Friday, August 7, 2020

There Are No Writing Prodigies: What That Means For Writing Instruction

Mozart was composing and performing at the age of 4. Shirley Temple made her first film appearance at age 3, and within two years was a film star. Pascal wrote a treatise on vibrating bodies at age 9. Trombone Shorty was leading his own band at age 6.

But there are no child prodigies in writing. No classic novels composed by a six year old. No world-altering essays written by some young person in second grade.

That means that every writer starts out at the same level of skill and quality—somewhere between very low and none. Every author you have ever admired, enjoyed, or been inspired by started out as a not-very-good writer.

And that means that the path of a writer is always one of continuous growth, an unending journey that takes each individual across a variety of landscapes. Each path is a little different, featuring different obstacles and rewards. Each path varies in length, not because everyone is born with a pre-determined destination, but because so many people say, “That’s it. I’m done trying to go down this path.” Some people are better equipped to make the journey than others, but you’d be hard pressed to find a great writer who says, “Yes, I stopped working on growing as a writer because I figured I simply had no room for improvement.” Nobody arrives at the top of the mountain because they somehow had the gift of magically transporting there.

The implications for teachers of writing are important. Teachers are going to meet students who are somewhere on this journey, and teachers should not mistake the students’ location on the path for their ability to make the journey. The fact that the student has not progressed very far yet does not mean she can never travel far down the path.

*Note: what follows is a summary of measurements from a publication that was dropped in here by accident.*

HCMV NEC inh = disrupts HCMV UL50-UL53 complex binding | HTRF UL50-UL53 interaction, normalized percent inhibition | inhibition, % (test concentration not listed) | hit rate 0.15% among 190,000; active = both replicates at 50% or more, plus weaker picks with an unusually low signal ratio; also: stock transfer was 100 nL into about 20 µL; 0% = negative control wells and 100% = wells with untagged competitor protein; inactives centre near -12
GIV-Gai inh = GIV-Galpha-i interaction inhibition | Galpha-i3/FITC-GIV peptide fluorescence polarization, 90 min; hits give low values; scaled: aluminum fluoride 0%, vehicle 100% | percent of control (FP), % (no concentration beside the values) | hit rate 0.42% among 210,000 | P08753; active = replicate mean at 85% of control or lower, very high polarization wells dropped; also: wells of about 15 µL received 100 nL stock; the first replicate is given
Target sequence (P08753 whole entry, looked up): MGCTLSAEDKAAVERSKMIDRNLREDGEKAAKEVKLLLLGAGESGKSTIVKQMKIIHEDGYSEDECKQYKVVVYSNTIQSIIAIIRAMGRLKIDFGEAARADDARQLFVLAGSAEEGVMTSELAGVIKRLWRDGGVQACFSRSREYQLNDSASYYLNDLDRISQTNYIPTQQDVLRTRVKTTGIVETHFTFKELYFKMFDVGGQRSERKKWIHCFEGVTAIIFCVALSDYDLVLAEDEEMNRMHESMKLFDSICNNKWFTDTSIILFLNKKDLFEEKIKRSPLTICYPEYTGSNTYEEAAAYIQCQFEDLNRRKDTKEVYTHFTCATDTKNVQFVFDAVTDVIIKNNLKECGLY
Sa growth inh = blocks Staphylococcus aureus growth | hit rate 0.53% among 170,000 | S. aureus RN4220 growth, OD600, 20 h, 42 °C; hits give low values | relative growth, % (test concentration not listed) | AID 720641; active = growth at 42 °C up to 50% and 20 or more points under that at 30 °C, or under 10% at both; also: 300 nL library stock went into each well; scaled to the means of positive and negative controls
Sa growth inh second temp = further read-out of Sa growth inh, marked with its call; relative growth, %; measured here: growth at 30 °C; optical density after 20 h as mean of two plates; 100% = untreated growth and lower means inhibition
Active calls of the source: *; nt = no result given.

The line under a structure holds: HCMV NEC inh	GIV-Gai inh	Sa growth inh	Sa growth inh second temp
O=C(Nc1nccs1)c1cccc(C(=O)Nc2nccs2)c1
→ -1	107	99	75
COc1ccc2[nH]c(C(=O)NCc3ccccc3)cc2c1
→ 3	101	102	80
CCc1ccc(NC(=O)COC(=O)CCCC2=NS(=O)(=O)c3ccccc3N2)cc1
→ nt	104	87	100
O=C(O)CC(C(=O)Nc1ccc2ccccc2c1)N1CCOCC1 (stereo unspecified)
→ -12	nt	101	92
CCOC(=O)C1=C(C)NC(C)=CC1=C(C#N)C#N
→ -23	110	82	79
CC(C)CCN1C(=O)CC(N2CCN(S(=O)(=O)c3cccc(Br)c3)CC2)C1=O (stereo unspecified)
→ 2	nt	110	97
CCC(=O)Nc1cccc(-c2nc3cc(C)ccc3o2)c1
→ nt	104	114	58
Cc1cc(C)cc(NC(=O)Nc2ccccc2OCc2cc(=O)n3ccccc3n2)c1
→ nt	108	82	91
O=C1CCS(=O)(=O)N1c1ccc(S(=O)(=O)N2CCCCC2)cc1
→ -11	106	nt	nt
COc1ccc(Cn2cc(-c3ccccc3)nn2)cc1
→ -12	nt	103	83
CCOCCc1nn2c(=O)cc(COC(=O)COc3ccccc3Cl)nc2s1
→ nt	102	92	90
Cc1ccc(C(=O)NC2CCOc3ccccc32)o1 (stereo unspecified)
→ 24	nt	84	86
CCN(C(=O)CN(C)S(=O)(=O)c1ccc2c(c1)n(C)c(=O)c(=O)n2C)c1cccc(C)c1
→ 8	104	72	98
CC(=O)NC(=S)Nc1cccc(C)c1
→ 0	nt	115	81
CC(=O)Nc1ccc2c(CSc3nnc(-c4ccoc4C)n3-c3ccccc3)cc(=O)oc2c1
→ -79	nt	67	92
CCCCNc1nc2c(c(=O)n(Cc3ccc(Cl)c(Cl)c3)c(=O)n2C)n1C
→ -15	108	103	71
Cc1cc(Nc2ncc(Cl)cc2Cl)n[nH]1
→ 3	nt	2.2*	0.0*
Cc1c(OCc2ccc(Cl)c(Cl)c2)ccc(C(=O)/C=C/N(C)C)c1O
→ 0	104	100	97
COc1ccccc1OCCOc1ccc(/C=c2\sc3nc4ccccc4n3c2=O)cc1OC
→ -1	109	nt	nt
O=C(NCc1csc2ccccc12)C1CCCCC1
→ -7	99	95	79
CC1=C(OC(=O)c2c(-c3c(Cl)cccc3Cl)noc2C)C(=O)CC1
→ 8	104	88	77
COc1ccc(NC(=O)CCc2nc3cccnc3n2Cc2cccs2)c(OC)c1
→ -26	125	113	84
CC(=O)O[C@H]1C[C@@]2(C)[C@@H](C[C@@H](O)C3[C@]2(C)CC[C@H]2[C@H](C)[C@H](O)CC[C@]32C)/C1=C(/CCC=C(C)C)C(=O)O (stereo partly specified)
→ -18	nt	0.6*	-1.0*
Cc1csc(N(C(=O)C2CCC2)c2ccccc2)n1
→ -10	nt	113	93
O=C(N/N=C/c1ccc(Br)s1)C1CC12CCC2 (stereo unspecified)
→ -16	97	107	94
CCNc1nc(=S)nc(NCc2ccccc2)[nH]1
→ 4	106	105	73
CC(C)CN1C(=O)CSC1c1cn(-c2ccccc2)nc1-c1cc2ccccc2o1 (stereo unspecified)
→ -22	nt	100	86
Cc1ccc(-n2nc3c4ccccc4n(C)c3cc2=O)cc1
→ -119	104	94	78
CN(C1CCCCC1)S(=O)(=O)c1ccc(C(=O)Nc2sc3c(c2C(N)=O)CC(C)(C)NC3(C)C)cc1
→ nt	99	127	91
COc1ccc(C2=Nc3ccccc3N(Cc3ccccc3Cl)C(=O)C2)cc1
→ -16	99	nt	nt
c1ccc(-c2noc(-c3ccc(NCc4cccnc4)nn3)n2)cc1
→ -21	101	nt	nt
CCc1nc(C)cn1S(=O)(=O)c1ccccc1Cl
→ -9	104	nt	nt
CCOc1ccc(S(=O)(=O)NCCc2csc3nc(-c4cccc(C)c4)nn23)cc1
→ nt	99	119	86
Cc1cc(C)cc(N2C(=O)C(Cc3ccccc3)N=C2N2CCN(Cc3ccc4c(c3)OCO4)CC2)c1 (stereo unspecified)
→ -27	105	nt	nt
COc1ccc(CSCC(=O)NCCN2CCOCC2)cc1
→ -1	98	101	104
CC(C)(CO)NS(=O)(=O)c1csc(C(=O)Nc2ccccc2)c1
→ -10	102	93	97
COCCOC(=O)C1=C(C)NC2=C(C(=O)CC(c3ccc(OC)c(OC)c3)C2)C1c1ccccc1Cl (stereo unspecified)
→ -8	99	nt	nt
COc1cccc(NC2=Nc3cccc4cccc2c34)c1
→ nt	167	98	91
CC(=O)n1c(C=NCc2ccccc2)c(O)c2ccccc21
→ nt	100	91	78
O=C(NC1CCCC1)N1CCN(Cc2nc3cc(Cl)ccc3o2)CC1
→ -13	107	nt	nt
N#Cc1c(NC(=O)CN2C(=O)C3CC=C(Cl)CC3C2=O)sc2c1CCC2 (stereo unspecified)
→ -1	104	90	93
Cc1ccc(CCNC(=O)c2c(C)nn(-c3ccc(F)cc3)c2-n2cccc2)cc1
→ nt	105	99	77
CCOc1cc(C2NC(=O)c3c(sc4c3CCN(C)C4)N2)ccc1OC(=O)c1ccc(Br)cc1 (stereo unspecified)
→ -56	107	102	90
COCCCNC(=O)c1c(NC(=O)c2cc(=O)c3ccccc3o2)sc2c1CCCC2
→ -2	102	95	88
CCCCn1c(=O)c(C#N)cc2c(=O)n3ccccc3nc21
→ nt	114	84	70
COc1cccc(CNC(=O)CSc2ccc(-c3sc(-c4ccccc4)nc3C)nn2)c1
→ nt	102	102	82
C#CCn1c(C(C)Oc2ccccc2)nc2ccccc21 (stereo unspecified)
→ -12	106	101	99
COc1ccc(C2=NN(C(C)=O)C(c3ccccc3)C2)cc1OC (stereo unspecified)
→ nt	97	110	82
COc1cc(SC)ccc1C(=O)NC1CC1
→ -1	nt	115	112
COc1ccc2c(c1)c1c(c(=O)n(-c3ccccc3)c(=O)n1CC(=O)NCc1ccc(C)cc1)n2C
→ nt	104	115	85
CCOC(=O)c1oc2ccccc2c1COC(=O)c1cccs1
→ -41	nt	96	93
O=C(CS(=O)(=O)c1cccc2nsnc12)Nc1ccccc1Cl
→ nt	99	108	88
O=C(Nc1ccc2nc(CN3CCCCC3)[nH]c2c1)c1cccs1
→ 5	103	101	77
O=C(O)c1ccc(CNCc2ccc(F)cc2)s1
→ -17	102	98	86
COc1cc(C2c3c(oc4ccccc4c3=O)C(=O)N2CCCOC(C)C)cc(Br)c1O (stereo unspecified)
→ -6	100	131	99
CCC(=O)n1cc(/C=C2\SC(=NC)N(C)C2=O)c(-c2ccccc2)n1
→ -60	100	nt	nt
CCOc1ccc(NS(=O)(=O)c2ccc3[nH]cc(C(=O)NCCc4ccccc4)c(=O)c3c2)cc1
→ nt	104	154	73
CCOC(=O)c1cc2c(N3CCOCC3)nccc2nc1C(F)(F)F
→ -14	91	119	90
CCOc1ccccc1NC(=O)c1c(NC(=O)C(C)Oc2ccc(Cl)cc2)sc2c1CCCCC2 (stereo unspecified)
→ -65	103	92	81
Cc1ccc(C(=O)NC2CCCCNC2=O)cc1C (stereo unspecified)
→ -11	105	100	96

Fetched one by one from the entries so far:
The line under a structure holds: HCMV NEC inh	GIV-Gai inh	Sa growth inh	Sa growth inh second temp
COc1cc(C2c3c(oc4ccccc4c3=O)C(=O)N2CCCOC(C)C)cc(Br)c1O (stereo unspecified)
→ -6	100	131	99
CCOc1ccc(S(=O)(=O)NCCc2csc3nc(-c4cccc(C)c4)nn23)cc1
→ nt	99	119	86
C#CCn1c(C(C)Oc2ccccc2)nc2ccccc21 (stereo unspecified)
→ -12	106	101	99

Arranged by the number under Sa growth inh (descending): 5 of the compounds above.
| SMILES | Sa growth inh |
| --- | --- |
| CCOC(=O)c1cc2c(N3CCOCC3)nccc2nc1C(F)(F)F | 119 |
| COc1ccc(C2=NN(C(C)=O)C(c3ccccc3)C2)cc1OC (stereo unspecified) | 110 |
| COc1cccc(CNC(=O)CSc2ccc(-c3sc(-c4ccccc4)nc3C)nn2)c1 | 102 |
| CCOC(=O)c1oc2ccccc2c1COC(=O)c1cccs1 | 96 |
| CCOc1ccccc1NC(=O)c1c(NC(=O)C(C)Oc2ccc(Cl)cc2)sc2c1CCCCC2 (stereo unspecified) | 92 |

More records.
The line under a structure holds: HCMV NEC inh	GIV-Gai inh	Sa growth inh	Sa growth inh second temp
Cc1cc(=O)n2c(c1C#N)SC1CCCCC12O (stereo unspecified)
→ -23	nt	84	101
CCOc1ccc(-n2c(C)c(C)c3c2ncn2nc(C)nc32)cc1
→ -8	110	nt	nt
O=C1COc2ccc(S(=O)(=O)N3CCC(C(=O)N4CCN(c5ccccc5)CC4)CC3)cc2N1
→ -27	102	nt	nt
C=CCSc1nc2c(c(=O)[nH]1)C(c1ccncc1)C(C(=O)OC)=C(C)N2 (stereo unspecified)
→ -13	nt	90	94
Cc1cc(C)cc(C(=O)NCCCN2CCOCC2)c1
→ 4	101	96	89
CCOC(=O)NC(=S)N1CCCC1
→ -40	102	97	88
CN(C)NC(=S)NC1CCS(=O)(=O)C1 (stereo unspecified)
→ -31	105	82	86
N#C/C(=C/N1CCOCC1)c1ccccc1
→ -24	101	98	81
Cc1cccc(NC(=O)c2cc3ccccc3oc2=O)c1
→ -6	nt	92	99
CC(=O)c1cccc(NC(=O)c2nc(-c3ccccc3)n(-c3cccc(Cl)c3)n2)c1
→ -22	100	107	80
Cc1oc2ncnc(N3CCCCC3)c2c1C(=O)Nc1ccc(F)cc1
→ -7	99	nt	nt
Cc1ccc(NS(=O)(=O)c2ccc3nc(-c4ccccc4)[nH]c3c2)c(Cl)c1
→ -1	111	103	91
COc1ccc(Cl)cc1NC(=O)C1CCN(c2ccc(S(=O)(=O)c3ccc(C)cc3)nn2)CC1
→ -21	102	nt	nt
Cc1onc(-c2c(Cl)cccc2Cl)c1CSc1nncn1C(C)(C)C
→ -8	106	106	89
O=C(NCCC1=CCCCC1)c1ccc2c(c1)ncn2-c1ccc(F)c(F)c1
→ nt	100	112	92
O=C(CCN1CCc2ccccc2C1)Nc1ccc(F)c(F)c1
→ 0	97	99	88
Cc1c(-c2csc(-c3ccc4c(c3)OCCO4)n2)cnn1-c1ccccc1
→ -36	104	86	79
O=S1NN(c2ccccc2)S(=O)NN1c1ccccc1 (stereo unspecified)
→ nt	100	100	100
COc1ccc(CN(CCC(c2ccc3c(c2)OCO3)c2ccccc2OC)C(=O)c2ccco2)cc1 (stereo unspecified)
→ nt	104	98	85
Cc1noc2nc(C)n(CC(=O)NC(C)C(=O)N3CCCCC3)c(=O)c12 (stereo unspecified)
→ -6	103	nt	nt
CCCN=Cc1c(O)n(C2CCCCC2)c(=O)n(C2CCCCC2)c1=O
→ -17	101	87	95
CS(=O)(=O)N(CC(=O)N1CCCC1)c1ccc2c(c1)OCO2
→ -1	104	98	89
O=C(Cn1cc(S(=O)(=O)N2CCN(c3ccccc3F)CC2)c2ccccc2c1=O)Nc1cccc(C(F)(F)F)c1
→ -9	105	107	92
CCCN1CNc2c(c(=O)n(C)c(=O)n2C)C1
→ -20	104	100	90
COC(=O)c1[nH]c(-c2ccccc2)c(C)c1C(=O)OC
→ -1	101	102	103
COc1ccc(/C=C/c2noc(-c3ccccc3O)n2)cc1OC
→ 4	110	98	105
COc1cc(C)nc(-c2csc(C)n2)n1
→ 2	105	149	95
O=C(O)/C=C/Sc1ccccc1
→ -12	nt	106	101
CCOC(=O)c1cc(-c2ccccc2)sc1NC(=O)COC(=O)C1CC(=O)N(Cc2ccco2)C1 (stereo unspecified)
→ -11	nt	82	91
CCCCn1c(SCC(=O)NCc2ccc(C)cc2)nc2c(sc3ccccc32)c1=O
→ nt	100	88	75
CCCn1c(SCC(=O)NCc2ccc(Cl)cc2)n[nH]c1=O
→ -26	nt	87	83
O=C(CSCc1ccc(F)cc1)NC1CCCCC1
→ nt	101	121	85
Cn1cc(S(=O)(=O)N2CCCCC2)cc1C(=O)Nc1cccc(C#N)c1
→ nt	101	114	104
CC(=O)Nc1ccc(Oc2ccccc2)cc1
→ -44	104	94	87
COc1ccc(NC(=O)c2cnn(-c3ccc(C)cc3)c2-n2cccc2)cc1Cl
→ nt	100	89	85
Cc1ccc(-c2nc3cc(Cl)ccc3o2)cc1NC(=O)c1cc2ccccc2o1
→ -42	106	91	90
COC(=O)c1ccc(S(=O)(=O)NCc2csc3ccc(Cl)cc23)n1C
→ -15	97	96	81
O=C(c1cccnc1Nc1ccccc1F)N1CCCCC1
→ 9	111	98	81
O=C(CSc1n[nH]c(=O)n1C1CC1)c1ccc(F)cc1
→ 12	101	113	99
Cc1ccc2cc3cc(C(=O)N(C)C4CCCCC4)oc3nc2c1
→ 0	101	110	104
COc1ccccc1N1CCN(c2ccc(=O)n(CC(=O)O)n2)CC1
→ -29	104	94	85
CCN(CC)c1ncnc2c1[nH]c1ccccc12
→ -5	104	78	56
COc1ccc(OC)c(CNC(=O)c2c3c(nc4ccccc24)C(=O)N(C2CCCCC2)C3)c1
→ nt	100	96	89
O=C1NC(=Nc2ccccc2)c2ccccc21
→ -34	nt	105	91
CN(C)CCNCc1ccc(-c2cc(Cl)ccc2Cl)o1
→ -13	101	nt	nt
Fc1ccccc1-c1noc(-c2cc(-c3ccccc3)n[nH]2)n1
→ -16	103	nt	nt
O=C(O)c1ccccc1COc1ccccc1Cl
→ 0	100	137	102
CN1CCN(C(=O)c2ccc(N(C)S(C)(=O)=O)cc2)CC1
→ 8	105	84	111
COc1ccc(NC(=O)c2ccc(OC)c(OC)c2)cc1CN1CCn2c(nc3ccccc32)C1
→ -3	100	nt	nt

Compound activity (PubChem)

So the teacher has to meet the students where they are and provide what they need to continue their journey. It may be support. It may be a critical eye. It may be additions to the students’ background of knowledge; it’s almost impossible to write well about things you know nothing about (even fantasy and SF writers are taking what they know and examining it from a different lens).

It is meaningless to look at a young student and declare she is a “bad” writer. She may be a bad writer today, but she may be an awesome writer five years from now. It’s the teacher’s job to make that journey possible for her.

It’s also meaningless to try to break the craft of writing down into a battery of skills and declare that the student has “mastered” some of them. It’s no more useful than dissecting the golden goose and breaking down and evaluating each goosely muscle; that’s not how this works. The ability to write a “topic sentence” in isolation may satisfy a test, but it has little to do with crafting an effective piece of writing. A piece of writing is an organic whole. The basic building block is not a sentence, but an idea.

Writing is one of the hardest things to teach, because it is complex and messy. Any attempt to reduce it to something simple and clear will lose the essential heart of the work. And seeing students as people who either do or don’t have some kind of writer gene misses the vast reservoir of potential that is in each and every classroom.

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1 comment:

  1. My lesson on "Better Science Writing" for 8th graders includes just a few simple rules. By far and away the most effective (almost magical)rule is: "NO PRONOUNS!" Which of course is followed up with a lesson on common pronouns. When I ask what they should use instead, eventually someone comes up with the right answer. Ah the wonders of the underdeveloped adolescent brain. However when the smoke clears, they become much better technical writers and speakers! For the rest of the year I rarely get responses on lab reports such as, "It changed."